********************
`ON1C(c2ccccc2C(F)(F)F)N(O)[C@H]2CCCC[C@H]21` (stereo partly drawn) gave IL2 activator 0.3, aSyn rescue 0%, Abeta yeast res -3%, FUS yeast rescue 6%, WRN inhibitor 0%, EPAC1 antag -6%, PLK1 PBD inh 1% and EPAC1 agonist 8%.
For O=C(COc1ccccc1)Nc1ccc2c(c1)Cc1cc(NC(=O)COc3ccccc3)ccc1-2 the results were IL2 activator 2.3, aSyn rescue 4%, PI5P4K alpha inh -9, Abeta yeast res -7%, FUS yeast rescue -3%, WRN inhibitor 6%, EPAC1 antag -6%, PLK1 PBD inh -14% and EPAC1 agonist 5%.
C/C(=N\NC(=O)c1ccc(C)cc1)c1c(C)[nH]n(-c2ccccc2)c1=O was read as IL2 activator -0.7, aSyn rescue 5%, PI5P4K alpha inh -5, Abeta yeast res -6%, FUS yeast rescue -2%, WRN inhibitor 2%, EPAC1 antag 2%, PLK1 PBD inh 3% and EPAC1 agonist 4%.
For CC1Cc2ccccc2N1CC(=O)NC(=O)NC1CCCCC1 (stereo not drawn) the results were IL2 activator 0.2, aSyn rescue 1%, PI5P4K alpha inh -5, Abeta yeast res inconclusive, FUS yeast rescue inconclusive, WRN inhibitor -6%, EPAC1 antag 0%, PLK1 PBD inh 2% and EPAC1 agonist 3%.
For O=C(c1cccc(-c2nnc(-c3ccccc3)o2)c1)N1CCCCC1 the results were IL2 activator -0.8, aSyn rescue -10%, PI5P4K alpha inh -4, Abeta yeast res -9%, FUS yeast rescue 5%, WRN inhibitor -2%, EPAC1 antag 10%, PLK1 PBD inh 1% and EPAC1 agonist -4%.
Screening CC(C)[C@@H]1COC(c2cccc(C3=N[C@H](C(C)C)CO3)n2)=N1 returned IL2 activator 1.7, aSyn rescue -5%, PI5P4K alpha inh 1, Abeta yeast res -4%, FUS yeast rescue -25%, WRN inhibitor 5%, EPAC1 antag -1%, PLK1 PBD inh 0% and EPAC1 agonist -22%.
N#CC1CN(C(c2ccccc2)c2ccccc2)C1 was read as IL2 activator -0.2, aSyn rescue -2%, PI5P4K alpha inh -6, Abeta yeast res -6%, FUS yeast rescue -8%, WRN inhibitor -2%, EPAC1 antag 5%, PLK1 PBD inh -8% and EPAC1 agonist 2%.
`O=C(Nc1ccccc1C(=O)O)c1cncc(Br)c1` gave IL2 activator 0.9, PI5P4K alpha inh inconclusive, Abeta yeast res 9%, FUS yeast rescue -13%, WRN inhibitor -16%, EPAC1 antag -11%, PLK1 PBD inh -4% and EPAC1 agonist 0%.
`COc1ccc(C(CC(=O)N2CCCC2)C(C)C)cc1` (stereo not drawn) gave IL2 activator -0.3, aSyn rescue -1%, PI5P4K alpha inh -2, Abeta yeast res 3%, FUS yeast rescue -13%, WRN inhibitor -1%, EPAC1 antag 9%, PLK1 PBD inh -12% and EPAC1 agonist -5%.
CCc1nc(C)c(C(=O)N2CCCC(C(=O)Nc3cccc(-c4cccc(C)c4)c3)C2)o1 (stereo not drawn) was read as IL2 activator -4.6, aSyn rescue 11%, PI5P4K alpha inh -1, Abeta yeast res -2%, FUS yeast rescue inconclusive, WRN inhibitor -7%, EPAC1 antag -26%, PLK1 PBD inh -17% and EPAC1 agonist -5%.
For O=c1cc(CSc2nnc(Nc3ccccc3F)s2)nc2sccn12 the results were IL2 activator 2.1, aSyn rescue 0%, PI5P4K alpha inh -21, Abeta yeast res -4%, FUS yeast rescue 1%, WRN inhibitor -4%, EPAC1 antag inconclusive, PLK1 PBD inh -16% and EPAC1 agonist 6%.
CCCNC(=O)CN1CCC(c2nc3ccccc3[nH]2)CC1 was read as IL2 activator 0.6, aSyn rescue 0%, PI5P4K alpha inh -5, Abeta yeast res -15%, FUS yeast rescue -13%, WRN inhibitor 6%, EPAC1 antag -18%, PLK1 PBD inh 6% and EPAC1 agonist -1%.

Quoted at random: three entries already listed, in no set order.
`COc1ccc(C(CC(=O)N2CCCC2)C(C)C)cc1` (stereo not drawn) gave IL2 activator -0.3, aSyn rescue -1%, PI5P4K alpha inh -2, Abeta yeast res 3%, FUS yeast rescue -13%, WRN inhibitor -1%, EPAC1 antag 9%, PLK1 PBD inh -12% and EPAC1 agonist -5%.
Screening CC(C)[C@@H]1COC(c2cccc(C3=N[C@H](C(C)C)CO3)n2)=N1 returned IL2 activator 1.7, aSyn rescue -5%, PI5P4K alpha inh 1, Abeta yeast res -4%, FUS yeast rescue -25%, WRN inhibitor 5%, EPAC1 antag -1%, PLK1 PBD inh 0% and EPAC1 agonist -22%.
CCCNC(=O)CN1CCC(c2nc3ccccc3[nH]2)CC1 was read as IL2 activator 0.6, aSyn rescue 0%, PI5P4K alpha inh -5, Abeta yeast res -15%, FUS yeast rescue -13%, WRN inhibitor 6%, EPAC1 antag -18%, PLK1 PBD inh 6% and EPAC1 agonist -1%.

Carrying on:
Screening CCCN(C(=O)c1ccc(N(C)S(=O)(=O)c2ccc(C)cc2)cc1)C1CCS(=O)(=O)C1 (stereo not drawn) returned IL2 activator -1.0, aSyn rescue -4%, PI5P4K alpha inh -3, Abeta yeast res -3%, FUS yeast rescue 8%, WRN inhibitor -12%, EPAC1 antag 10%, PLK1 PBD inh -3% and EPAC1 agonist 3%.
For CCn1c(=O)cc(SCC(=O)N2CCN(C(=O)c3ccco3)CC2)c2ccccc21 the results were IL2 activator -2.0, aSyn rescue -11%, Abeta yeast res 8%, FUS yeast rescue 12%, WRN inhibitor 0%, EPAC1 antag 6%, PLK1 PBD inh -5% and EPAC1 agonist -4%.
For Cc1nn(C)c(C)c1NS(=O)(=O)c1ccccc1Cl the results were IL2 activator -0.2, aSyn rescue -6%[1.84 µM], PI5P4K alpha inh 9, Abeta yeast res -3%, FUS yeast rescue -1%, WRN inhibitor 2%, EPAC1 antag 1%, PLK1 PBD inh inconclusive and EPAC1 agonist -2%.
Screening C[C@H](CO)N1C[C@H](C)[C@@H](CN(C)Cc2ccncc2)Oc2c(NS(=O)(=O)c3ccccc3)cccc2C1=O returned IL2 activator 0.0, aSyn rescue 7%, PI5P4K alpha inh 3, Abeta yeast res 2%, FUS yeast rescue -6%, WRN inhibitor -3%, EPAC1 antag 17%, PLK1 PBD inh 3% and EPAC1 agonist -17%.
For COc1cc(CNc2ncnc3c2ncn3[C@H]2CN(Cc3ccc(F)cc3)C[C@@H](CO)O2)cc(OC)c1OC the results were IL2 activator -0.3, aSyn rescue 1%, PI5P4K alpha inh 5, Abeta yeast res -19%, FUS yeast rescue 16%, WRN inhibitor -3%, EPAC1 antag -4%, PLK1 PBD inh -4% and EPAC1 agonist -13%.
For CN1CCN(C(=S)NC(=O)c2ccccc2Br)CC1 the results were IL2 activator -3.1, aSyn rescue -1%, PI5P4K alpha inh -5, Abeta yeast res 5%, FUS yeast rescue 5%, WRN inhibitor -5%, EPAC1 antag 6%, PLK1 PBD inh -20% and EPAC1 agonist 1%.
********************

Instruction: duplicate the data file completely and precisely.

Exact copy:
`ON1C(c2ccccc2C(F)(F)F)N(O)[C@H]2CCCC[C@H]21` (stereo partly drawn) gave IL2 activator 0.3, aSyn rescue 0%, Abeta yeast res -3%, FUS yeast rescue 6%, WRN inhibitor 0%, EPAC1 antag -6%, PLK1 PBD inh 1% and EPAC1 agonist 8%.
For O=C(COc1ccccc1)Nc1ccc2c(c1)Cc1cc(NC(=O)COc3ccccc3)ccc1-2 the results were IL2 activator 2.3, aSyn rescue 4%, PI5P4K alpha inh -9, Abeta yeast res -7%, FUS yeast rescue -3%, WRN inhibitor 6%, EPAC1 antag -6%, PLK1 PBD inh -14% and EPAC1 agonist 5%.
C/C(=N\NC(=O)c1ccc(C)cc1)c1c(C)[nH]n(-c2ccccc2)c1=O was read as IL2 activator -0.7, aSyn rescue 5%, PI5P4K alpha inh -5, Abeta yeast res -6%, FUS yeast rescue -2%, WRN inhibitor 2%, EPAC1 antag 2%, PLK1 PBD inh 3% and EPAC1 agonist 4%.
For CC1Cc2ccccc2N1CC(=O)NC(=O)NC1CCCCC1 (stereo not drawn) the results were IL2 activator 0.2, aSyn rescue 1%, PI5P4K alpha inh -5, Abeta yeast res inconclusive, FUS yeast rescue inconclusive, WRN inhibitor -6%, EPAC1 antag 0%, PLK1 PBD inh 2% and EPAC1 agonist 3%.
For O=C(c1cccc(-c2nnc(-c3ccccc3)o2)c1)N1CCCCC1 the results were IL2 activator -0.8, aSyn rescue -10%, PI5P4K alpha inh -4, Abeta yeast res -9%, FUS yeast rescue 5%, WRN inhibitor -2%, EPAC1 antag 10%, PLK1 PBD inh 1% and EPAC1 agonist -4%.
Screening CC(C)[C@@H]1COC(c2cccc(C3=N[C@H](C(C)C)CO3)n2)=N1 returned IL2 activator 1.7, aSyn rescue -5%, PI5P4K alpha inh 1, Abeta yeast res -4%, FUS yeast rescue -25%, WRN inhibitor 5%, EPAC1 antag -1%, PLK1 PBD inh 0% and EPAC1 agonist -22%.
N#CC1CN(C(c2ccccc2)c2ccccc2)C1 was read as IL2 activator -0.2, aSyn rescue -2%, PI5P4K alpha inh -6, Abeta yeast res -6%, FUS yeast rescue -8%, WRN inhibitor -2%, EPAC1 antag 5%, PLK1 PBD inh -8% and EPAC1 agonist 2%.
`O=C(Nc1ccccc1C(=O)O)c1cncc(Br)c1` gave IL2 activator 0.9, PI5P4K alpha inh inconclusive, Abeta yeast res 9%, FUS yeast rescue -13%, WRN inhibitor -16%, EPAC1 antag -11%, PLK1 PBD inh -4% and EPAC1 agonist 0%.
`COc1ccc(C(CC(=O)N2CCCC2)C(C)C)cc1` (stereo not drawn) gave IL2 activator -0.3, aSyn rescue -1%, PI5P4K alpha inh -2, Abeta yeast res 3%, FUS yeast rescue -13%, WRN inhibitor -1%, EPAC1 antag 9%, PLK1 PBD inh -12% and EPAC1 agonist -5%.
CCc1nc(C)c(C(=O)N2CCCC(C(=O)Nc3cccc(-c4cccc(C)c4)c3)C2)o1 (stereo not drawn) was read as IL2 activator -4.6, aSyn rescue 11%, PI5P4K alpha inh -1, Abeta yeast res -2%, FUS yeast rescue inconclusive, WRN inhibitor -7%, EPAC1 antag -26%, PLK1 PBD inh -17% and EPAC1 agonist -5%.
For O=c1cc(CSc2nnc(Nc3ccccc3F)s2)nc2sccn12 the results were IL2 activator 2.1, aSyn rescue 0%, PI5P4K alpha inh -21, Abeta yeast res -4%, FUS yeast rescue 1%, WRN inhibitor -4%, EPAC1 antag inconclusive, PLK1 PBD inh -16% and EPAC1 agonist 6%.
CCCNC(=O)CN1CCC(c2nc3ccccc3[nH]2)CC1 was read as IL2 activator 0.6, aSyn rescue 0%, PI5P4K alpha inh -5, Abeta yeast res -15%, FUS yeast rescue -13%, WRN inhibitor 6%, EPAC1 antag -18%, PLK1 PBD inh 6% and EPAC1 agonist -1%.

Quoted at random: three entries already listed, in no set order.
`COc1ccc(C(CC(=O)N2CCCC2)C(C)C)cc1` (stereo not drawn) gave IL2 activator -0.3, aSyn rescue -1%, PI5P4K alpha inh -2, Abeta yeast res 3%, FUS yeast rescue -13%, WRN inhibitor -1%, EPAC1 antag 9%, PLK1 PBD inh -12% and EPAC1 agonist -5%.
Screening CC(C)[C@@H]1COC(c2cccc(C3=N[C@H](C(C)C)CO3)n2)=N1 returned IL2 activator 1.7, aSyn rescue -5%, PI5P4K alpha inh 1, Abeta yeast res -4%, FUS yeast rescue -25%, WRN inhibitor 5%, EPAC1 antag -1%, PLK1 PBD inh 0% and EPAC1 agonist -22%.
CCCNC(=O)CN1CCC(c2nc3ccccc3[nH]2)CC1 was read as IL2 activator 0.6, aSyn rescue 0%, PI5P4K alpha inh -5, Abeta yeast res -15%, FUS yeast rescue -13%, WRN inhibitor 6%, EPAC1 antag -18%, PLK1 PBD inh 6% and EPAC1 agonist -1%.

Carrying on:
Screening CCCN(C(=O)c1ccc(N(C)S(=O)(=O)c2ccc(C)cc2)cc1)C1CCS(=O)(=O)C1 (stereo not drawn) returned IL2 activator -1.0, aSyn rescue -4%, PI5P4K alpha inh -3, Abeta yeast res -3%, FUS yeast rescue 8%, WRN inhibitor -12%, EPAC1 antag 10%, PLK1 PBD inh -3% and EPAC1 agonist 3%.
For CCn1c(=O)cc(SCC(=O)N2CCN(C(=O)c3ccco3)CC2)c2ccccc21 the results were IL2 activator -2.0, aSyn rescue -11%, Abeta yeast res 8%, FUS yeast rescue 12%, WRN inhibitor 0%, EPAC1 antag 6%, PLK1 PBD inh -5% and EPAC1 agonist -4%.
For Cc1nn(C)c(C)c1NS(=O)(=O)c1ccccc1Cl the results were IL2 activator -0.2, aSyn rescue -6%[1.84 µM], PI5P4K alpha inh 9, Abeta yeast res -3%, FUS yeast rescue -1%, WRN inhibitor 2%, EPAC1 antag 1%, PLK1 PBD inh inconclusive and EPAC1 agonist -2%.
Screening C[C@H](CO)N1C[C@H](C)[C@@H](CN(C)Cc2ccncc2)Oc2c(NS(=O)(=O)c3ccccc3)cccc2C1=O returned IL2 activator 0.0, aSyn rescue 7%, PI5P4K alpha inh 3, Abeta yeast res 2%, FUS yeast rescue -6%, WRN inhibitor -3%, EPAC1 antag 17%, PLK1 PBD inh 3% and EPAC1 agonist -17%.
For COc1cc(CNc2ncnc3c2ncn3[C@H]2CN(Cc3ccc(F)cc3)C[C@@H](CO)O2)cc(OC)c1OC the results were IL2 activator -0.3, aSyn rescue 1%, PI5P4K alpha inh 5, Abeta yeast res -19%, FUS yeast rescue 16%, WRN inhibitor -3%, EPAC1 antag -4%, PLK1 PBD inh -4% and EPAC1 agonist -13%.
For CN1CCN(C(=S)NC(=O)c2ccccc2Br)CC1 the results were IL2 activator -3.1, aSyn rescue -1%, PI5P4K alpha inh -5, Abeta yeast res 5%, FUS yeast rescue 5%, WRN inhibitor -5%, EPAC1 antag 6%, PLK1 PBD inh -20% and EPAC1 agonist 1%.